I decide instead that the poem is finished, that I am finished for today. Instead I turn back to my computer, the life of the endless screen. I open up another tab. I start typing again.

It's like pedaling on a stationary bike that has one too many loose bolts. A hesitation, an uncertainty, the drive to move even though I'm not sure where I'm headed. Probably nowhere. Maybe to a sudden halt, or the ground. Maybe unexpectedly forward. I don't have a pitch or a cover letter or even a short bio to attach to today. Or yesterday, or the day before. Perhaps tomorrow, but not likely. Tomorrow is back to the long day with marked hours, the day filled with people and determined small talk and cash and credit changing hands.

There is laughter now, echoing from somewhere down the street. Maybe the little girl. Maybe another family come out to play. They are everywhere and nowhere, leading lives on the other side of my window, in their houses and mortgages. Leading lives on channels I'm not tuned into. I don't even own a TV.

There's another blank page lying in wait just ahead, and I don't know what's at the end of it. I don't even know if there is an end of it. I live in the age of endless scrolling, of infinite browser tabs. Hyperlinks and media, always on to the next best thing. Or at least the next thing. I open up another browser tab. Split the difference between two blank pages.

I check the driveway before I close the front window. Empty. But everywhere everything is superimposed. A trike tumped over. A baby that hasn't existed for twenty odd years. Tomorrow's time card. And again.

I lock the window. I go back and check it again, just in case someone is trying to steal me. No one is.

Wednesday, September 11, 2013

The Calm of Cleaning // The False Coin of Domesticity

When I must be by myself but I cannot stand to be with myself. An attempt to subdue, to tame my surroundings, as if polishing into line could make them feel more right, more like mine. Slowly I edge things into their rightful places, and try not to think about what rightful place might mean.

I let my mind run feral. I have tried to soothe it, to sink it into mindful dishwashing or sculpting a poem with thought-words. But it growls. It snaps. It threatens to run me over with chaos. So I let the leash go. I cannot make myself consider what this means, to witness almost helplessly the constant fluctuation between tidy and shambles. To be wiping the coffee stains off the counter for the 1,058th time. Two days from now it will be the 1,059th and there's nothing wrong with that.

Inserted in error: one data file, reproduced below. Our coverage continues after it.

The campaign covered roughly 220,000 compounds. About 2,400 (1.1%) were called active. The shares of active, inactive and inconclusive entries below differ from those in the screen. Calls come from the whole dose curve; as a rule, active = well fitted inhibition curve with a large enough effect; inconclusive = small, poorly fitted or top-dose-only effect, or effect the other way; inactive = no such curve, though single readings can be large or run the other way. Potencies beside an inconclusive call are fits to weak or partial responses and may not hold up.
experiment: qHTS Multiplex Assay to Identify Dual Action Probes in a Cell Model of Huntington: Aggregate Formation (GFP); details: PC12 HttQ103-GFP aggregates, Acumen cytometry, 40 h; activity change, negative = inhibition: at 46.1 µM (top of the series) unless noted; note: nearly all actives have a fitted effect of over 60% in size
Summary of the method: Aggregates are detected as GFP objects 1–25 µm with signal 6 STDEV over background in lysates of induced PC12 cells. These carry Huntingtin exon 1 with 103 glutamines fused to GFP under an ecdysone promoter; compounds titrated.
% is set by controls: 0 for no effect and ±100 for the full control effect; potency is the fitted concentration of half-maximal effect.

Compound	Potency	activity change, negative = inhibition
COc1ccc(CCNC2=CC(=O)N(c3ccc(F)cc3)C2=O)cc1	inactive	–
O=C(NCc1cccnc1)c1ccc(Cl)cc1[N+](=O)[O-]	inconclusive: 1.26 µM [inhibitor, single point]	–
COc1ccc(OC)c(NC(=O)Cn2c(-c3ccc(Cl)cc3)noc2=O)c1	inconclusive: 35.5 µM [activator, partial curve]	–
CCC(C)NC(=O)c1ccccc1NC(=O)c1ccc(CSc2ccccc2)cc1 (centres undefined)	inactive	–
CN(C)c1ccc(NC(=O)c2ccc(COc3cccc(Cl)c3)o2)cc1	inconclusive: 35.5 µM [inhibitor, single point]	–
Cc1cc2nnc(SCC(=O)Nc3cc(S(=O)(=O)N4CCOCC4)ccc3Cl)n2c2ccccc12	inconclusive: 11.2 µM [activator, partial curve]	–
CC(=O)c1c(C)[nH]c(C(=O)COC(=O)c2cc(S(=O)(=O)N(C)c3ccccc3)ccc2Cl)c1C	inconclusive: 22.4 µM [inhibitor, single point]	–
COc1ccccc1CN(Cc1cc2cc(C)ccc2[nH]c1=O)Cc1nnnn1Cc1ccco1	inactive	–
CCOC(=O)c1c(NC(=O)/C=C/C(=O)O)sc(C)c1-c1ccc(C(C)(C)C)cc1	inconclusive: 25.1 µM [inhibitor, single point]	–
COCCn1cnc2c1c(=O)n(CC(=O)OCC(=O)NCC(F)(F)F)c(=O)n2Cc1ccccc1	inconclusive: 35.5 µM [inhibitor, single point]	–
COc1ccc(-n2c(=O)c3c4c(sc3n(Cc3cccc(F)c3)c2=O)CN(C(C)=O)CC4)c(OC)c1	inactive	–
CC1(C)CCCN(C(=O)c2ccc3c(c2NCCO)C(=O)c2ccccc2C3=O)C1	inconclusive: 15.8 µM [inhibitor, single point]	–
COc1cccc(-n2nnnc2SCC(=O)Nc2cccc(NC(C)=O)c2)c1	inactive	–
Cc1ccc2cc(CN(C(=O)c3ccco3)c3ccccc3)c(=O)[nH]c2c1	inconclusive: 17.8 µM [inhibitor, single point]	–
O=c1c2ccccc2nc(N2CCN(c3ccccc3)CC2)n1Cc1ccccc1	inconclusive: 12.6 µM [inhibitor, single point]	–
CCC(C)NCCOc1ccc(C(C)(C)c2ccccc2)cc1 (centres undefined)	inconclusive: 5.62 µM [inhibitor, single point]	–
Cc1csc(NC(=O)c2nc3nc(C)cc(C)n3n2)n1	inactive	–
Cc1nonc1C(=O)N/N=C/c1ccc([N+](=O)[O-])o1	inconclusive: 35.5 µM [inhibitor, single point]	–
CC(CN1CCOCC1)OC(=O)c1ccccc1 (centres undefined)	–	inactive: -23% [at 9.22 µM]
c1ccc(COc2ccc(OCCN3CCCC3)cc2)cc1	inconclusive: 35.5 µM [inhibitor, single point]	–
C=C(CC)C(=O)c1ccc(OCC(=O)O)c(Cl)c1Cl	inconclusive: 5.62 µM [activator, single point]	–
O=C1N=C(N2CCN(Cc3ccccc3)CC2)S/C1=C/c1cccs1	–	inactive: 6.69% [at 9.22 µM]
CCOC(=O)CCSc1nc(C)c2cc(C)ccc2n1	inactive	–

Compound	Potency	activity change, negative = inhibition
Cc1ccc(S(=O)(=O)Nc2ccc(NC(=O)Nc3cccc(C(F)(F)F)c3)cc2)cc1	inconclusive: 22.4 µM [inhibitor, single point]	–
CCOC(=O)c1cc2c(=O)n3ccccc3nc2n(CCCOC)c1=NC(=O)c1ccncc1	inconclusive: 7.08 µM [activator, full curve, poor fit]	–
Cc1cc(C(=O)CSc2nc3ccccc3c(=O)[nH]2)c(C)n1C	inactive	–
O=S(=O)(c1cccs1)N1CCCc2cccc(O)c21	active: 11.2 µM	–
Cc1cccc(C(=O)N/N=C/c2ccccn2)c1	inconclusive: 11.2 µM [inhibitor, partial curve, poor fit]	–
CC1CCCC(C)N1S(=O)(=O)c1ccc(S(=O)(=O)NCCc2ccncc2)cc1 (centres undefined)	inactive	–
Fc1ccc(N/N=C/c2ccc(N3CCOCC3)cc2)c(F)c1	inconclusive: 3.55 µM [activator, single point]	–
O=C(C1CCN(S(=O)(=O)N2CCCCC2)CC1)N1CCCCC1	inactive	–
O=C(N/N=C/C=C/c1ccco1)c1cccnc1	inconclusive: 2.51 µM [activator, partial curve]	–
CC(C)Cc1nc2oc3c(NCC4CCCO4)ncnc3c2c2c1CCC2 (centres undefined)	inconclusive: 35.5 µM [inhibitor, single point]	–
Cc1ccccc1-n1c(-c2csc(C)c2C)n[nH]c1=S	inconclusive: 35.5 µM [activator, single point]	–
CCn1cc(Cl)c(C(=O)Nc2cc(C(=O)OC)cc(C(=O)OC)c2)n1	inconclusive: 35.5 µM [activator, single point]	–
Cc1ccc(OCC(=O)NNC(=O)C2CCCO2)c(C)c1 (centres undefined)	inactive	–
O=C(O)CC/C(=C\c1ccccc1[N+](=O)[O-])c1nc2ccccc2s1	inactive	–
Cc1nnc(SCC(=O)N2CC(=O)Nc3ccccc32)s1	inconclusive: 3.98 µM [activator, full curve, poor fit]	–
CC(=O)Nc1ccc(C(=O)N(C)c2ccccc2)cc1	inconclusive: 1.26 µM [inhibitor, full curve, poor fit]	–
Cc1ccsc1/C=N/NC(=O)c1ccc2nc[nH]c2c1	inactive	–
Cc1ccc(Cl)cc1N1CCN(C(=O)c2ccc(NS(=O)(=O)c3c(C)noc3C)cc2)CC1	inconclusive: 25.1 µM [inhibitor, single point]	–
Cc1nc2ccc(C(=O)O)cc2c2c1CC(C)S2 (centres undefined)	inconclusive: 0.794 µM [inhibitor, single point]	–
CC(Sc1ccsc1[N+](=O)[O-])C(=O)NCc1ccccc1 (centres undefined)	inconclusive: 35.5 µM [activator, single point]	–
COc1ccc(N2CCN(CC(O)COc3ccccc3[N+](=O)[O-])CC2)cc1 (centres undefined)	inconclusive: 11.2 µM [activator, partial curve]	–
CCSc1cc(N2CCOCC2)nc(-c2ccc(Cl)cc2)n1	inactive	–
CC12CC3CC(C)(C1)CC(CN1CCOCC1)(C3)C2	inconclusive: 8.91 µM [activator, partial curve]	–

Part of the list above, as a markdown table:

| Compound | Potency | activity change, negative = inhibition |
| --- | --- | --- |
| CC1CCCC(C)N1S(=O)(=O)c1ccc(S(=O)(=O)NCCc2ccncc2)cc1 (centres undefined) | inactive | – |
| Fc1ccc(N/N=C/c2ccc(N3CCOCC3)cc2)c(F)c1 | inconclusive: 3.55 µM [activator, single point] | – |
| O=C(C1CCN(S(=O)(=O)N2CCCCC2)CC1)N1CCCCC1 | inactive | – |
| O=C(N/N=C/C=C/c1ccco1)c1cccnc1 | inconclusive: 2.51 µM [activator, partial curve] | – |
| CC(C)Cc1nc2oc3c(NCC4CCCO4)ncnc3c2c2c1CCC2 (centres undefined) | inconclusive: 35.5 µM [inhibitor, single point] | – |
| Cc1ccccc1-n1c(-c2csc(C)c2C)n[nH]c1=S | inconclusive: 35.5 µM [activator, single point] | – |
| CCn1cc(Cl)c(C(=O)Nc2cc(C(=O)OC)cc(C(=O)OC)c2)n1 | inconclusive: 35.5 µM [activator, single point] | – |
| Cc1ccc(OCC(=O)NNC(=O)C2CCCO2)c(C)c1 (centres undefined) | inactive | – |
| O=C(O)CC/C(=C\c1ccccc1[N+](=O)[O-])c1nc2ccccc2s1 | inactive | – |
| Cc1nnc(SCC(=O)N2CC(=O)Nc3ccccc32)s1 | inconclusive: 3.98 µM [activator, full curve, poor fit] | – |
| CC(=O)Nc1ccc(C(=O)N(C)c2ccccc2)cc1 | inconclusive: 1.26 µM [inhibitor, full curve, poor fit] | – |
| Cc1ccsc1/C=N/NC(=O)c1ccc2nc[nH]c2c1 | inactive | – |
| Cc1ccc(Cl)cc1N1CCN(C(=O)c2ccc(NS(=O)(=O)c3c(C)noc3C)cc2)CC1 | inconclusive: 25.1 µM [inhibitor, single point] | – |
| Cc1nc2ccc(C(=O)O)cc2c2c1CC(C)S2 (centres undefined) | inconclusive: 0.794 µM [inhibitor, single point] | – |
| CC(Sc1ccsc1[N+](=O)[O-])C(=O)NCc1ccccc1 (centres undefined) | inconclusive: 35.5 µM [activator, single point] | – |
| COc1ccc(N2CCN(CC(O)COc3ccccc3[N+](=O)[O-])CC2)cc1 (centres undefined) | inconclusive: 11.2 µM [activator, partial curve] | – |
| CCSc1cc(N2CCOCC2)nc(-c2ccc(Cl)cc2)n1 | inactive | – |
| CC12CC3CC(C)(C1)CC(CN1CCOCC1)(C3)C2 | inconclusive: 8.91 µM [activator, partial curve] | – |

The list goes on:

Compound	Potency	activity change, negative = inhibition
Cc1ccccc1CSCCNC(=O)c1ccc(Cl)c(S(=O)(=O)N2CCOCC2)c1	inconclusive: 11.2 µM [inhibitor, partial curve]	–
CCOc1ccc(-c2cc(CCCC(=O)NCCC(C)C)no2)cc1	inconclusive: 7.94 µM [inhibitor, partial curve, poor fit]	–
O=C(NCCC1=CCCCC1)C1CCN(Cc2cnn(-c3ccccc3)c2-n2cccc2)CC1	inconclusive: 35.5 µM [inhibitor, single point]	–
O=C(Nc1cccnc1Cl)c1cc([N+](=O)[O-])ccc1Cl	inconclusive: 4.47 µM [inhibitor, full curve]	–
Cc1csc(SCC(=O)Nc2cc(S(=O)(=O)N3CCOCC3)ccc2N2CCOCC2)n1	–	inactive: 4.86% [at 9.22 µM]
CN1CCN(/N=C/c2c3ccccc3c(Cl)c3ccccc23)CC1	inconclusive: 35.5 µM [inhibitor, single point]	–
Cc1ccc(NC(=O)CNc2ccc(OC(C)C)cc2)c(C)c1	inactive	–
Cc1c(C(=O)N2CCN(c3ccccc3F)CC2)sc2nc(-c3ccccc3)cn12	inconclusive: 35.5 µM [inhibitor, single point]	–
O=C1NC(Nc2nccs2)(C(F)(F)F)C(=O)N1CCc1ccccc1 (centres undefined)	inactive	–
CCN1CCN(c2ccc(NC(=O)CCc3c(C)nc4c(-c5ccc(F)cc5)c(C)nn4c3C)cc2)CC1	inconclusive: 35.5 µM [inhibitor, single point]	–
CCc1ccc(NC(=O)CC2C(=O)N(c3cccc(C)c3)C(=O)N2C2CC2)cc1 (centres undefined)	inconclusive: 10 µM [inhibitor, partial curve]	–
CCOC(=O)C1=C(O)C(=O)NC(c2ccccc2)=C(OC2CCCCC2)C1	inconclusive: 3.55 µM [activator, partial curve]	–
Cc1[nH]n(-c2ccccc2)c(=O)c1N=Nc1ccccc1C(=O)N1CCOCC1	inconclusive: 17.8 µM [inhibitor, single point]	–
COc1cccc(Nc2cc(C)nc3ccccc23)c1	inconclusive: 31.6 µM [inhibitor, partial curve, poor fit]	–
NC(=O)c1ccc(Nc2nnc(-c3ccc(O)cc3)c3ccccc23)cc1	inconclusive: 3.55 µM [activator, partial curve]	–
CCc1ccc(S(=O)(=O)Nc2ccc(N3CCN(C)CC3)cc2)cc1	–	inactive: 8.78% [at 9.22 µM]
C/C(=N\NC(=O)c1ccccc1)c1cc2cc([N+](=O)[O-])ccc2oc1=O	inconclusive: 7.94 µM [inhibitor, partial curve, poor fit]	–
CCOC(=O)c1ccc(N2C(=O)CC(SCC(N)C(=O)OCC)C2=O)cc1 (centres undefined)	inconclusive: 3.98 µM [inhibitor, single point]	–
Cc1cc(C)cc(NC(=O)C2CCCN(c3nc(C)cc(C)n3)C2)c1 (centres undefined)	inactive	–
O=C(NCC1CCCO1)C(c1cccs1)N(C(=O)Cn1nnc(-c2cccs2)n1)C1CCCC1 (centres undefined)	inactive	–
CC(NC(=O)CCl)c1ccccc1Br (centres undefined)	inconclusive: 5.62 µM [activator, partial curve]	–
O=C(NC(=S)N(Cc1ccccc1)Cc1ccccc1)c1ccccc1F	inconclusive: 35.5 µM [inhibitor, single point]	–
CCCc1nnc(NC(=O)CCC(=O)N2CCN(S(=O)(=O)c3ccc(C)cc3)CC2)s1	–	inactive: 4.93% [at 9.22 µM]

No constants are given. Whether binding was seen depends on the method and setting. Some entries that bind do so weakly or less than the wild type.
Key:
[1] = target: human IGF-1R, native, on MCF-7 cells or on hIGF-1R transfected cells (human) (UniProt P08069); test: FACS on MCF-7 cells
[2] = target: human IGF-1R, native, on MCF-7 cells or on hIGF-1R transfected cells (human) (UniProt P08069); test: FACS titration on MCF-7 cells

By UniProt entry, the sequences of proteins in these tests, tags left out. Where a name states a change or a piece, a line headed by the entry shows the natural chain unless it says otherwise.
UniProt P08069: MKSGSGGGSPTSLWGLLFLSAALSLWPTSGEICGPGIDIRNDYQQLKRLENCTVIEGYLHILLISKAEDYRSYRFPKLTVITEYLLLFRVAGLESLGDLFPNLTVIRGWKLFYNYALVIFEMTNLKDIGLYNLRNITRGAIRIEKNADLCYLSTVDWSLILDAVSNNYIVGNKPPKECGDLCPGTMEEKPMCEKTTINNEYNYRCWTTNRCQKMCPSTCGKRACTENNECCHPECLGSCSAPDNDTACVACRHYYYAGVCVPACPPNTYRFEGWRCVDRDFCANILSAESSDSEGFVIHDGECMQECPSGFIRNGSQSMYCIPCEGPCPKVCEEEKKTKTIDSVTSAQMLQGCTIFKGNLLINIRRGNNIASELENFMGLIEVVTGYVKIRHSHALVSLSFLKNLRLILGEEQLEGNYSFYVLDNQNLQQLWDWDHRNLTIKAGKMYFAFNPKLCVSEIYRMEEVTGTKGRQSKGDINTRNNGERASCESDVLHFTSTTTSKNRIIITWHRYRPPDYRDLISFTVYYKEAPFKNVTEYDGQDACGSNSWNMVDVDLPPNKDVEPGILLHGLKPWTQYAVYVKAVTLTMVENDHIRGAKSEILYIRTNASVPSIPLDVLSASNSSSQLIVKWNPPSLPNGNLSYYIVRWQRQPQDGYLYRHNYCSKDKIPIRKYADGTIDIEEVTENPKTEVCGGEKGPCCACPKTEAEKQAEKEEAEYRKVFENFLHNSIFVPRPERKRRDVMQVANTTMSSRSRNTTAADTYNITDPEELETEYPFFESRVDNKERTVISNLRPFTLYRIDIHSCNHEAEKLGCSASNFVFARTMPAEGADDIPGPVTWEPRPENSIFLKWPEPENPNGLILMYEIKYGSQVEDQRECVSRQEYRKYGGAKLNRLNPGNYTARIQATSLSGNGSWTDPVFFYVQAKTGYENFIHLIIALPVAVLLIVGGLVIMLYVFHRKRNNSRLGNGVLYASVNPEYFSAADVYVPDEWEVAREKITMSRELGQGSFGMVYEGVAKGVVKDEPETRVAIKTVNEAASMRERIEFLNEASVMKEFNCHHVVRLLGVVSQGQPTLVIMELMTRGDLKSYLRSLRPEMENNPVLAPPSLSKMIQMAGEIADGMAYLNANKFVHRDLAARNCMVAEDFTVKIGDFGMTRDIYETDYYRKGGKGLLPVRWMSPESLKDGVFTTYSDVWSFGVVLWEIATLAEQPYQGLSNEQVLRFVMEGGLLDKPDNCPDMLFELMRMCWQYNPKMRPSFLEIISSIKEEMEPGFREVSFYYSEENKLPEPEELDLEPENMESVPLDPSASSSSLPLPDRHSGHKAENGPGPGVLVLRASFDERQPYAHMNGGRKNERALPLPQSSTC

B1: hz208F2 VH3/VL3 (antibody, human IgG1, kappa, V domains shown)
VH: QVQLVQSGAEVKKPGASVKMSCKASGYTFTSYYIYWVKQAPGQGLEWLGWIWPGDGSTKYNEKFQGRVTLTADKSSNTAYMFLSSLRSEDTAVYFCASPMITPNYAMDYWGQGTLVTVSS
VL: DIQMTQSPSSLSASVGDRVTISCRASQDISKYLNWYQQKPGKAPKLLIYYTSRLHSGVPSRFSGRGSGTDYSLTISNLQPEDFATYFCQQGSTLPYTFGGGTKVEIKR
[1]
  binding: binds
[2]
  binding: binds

But I can't shake that for a substantial handful of reasons my time to make this place a home has passed, that I'm just biding it here now. And as this liminal occupation of space stretches bigger and bigger, it mounts into more of a frustration, feels more and more like a waste. Even though I can't remember, or don't know, what it feels like to be on either side of the threshold, I've been sitting here for so long.

I fold another shirt. Put another book back on the shelf, Creative Mythology by Joseph Campbell. What does it mean to want a home. Dishes go in the cabinet. It is everything about the space and nothing. Take also into consideration sharing it with another human being, one who has an entirely different set of feelings and non-feelings for this same place, and the potentiality of a new one. Empty the dustpan.

Cleaning makes me feel better, and also worse. Like I am tricking myself, it's all a big lullaby. One day mabye I will tame my taming, turn procrastination into zen. That day is not today.

Tuesday, August 13, 2013

I implode a space. Construct. The only thing living inside this space is myself. The human fallacy. Arrogance of environment mutation. A roof, then walls, then airtight gaskets. Perfection. We breed our own bacteria in a closed environment. I exhale my own shit. My taste buds have adapted to attune finely to denial. My tongue still thinks air is empty space. I hold my breath for as long as I can and do not correct it.  Skin is falling apart every second. It's a habit. Not to be wasted, we decant it like fine wine. We plate  it and spear the flakes on the tiniest of toothpicks. I compare the vintages of myself. None is better. I have an infinite supply. You walk around like you invented circles to pace in. I try not to think of the bottom of your shoe. You hoard my skin there.  I have decided to forgive. My heart still thinks forgiveness is empty space. I hold my breath for as long as I can and do not correct it.  Silence. Another human fallacy. I touch my skin with my skin. Can we remember it.

Wednesday, July 10, 2013

Why We Write

You know, I enjoy browsing the community of creative writers. Well, you know, some parts. I like to hear the stories and worries and successes of writers I like, and even writers I don't, or don't know. Then occasionally I'll read something like this article in the Huffington Post by J.J. Colagrande, "The Agony of Creative Writing". And I just can't help but roll my eyes.